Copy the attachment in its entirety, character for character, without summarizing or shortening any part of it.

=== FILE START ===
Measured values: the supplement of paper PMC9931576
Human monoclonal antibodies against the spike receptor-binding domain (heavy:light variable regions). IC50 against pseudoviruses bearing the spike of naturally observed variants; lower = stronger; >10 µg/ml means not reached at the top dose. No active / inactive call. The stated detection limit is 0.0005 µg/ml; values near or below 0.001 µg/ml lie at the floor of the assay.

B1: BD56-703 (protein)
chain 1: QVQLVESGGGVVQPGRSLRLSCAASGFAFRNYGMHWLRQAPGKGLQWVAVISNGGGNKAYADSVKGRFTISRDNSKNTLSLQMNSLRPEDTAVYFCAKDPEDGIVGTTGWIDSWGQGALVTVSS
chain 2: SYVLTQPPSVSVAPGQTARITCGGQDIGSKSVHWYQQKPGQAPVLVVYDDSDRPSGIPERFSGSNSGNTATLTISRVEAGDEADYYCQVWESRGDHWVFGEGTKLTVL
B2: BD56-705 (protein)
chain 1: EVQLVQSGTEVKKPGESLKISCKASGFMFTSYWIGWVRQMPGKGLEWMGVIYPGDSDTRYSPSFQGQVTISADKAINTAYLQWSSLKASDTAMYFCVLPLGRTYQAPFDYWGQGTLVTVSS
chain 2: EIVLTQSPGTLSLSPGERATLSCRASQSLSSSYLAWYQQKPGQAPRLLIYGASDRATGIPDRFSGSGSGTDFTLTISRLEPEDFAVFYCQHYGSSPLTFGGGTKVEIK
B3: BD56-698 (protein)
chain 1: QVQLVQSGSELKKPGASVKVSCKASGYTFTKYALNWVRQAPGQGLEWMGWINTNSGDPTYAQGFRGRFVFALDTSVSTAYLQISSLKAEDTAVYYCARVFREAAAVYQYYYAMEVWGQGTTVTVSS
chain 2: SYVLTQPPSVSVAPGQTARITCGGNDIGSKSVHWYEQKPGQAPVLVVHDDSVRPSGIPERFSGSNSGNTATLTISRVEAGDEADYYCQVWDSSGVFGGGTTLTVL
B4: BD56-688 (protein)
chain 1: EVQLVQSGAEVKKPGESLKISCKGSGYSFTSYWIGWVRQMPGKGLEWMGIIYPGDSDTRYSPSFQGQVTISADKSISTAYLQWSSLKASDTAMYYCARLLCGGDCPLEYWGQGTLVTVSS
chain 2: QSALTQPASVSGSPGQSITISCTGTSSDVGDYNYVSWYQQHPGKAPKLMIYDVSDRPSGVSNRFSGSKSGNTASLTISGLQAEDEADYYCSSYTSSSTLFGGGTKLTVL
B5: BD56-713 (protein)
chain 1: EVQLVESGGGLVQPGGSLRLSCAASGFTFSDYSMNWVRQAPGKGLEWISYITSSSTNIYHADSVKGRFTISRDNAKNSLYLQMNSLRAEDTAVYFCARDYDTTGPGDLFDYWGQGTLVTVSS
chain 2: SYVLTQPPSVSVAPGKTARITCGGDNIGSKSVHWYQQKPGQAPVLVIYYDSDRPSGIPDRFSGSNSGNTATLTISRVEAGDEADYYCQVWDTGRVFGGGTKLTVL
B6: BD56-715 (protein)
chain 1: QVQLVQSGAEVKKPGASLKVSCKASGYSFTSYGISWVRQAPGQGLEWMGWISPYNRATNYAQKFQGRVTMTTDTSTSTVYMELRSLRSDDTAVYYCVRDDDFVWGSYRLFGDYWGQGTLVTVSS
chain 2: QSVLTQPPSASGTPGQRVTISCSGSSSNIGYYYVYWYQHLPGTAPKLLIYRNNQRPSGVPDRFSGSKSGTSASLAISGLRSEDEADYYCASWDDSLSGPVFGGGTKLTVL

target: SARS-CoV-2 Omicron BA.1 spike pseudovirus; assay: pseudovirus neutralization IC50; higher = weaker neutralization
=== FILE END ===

Measured values: the supplement of paper PMC9931576
Human monoclonal antibodies against the spike receptor-binding domain (heavy:light variable regions). IC50 against pseudoviruses bearing the spike of naturally observed variants; lower = stronger; >10 µg/ml means not reached at the top dose. No active / inactive call. The stated detection limit is 0.0005 µg/ml; values near or below 0.001 µg/ml lie at the floor of the assay.

B1: BD56-703 (protein)
chain 1: QVQLVESGGGVVQPGRSLRLSCAASGFAFRNYGMHWLRQAPGKGLQWVAVISNGGGNKAYADSVKGRFTISRDNSKNTLSLQMNSLRPEDTAVYFCAKDPEDGIVGTTGWIDSWGQGALVTVSS
chain 2: SYVLTQPPSVSVAPGQTARITCGGQDIGSKSVHWYQQKPGQAPVLVVYDDSDRPSGIPERFSGSNSGNTATLTISRVEAGDEADYYCQVWESRGDHWVFGEGTKLTVL
B2: BD56-705 (protein)
chain 1: EVQLVQSGTEVKKPGESLKISCKASGFMFTSYWIGWVRQMPGKGLEWMGVIYPGDSDTRYSPSFQGQVTISADKAINTAYLQWSSLKASDTAMYFCVLPLGRTYQAPFDYWGQGTLVTVSS
chain 2: EIVLTQSPGTLSLSPGERATLSCRASQSLSSSYLAWYQQKPGQAPRLLIYGASDRATGIPDRFSGSGSGTDFTLTISRLEPEDFAVFYCQHYGSSPLTFGGGTKVEIK
B3: BD56-698 (protein)
chain 1: QVQLVQSGSELKKPGASVKVSCKASGYTFTKYALNWVRQAPGQGLEWMGWINTNSGDPTYAQGFRGRFVFALDTSVSTAYLQISSLKAEDTAVYYCARVFREAAAVYQYYYAMEVWGQGTTVTVSS
chain 2: SYVLTQPPSVSVAPGQTARITCGGNDIGSKSVHWYEQKPGQAPVLVVHDDSVRPSGIPERFSGSNSGNTATLTISRVEAGDEADYYCQVWDSSGVFGGGTTLTVL
B4: BD56-688 (protein)
chain 1: EVQLVQSGAEVKKPGESLKISCKGSGYSFTSYWIGWVRQMPGKGLEWMGIIYPGDSDTRYSPSFQGQVTISADKSISTAYLQWSSLKASDTAMYYCARLLCGGDCPLEYWGQGTLVTVSS
chain 2: QSALTQPASVSGSPGQSITISCTGTSSDVGDYNYVSWYQQHPGKAPKLMIYDVSDRPSGVSNRFSGSKSGNTASLTISGLQAEDEADYYCSSYTSSSTLFGGGTKLTVL
B5: BD56-713 (protein)
chain 1: EVQLVESGGGLVQPGGSLRLSCAASGFTFSDYSMNWVRQAPGKGLEWISYITSSSTNIYHADSVKGRFTISRDNAKNSLYLQMNSLRAEDTAVYFCARDYDTTGPGDLFDYWGQGTLVTVSS
chain 2: SYVLTQPPSVSVAPGKTARITCGGDNIGSKSVHWYQQKPGQAPVLVIYYDSDRPSGIPDRFSGSNSGNTATLTISRVEAGDEADYYCQVWDTGRVFGGGTKLTVL
B6: BD56-715 (protein)
chain 1: QVQLVQSGAEVKKPGASLKVSCKASGYSFTSYGISWVRQAPGQGLEWMGWISPYNRATNYAQKFQGRVTMTTDTSTSTVYMELRSLRSDDTAVYYCVRDDDFVWGSYRLFGDYWGQGTLVTVSS
chain 2: QSVLTQPPSASGTPGQRVTISCSGSSSNIGYYYVYWYQHLPGTAPKLLIYRNNQRPSGVPDRFSGSKSGTSASLAISGLRSEDEADYYCASWDDSLSGPVFGGGTKLTVL

target: SARS-CoV-2 Omicron BA.1 spike pseudovirus; assay: pseudovirus neutralization IC50; higher = weaker neutralization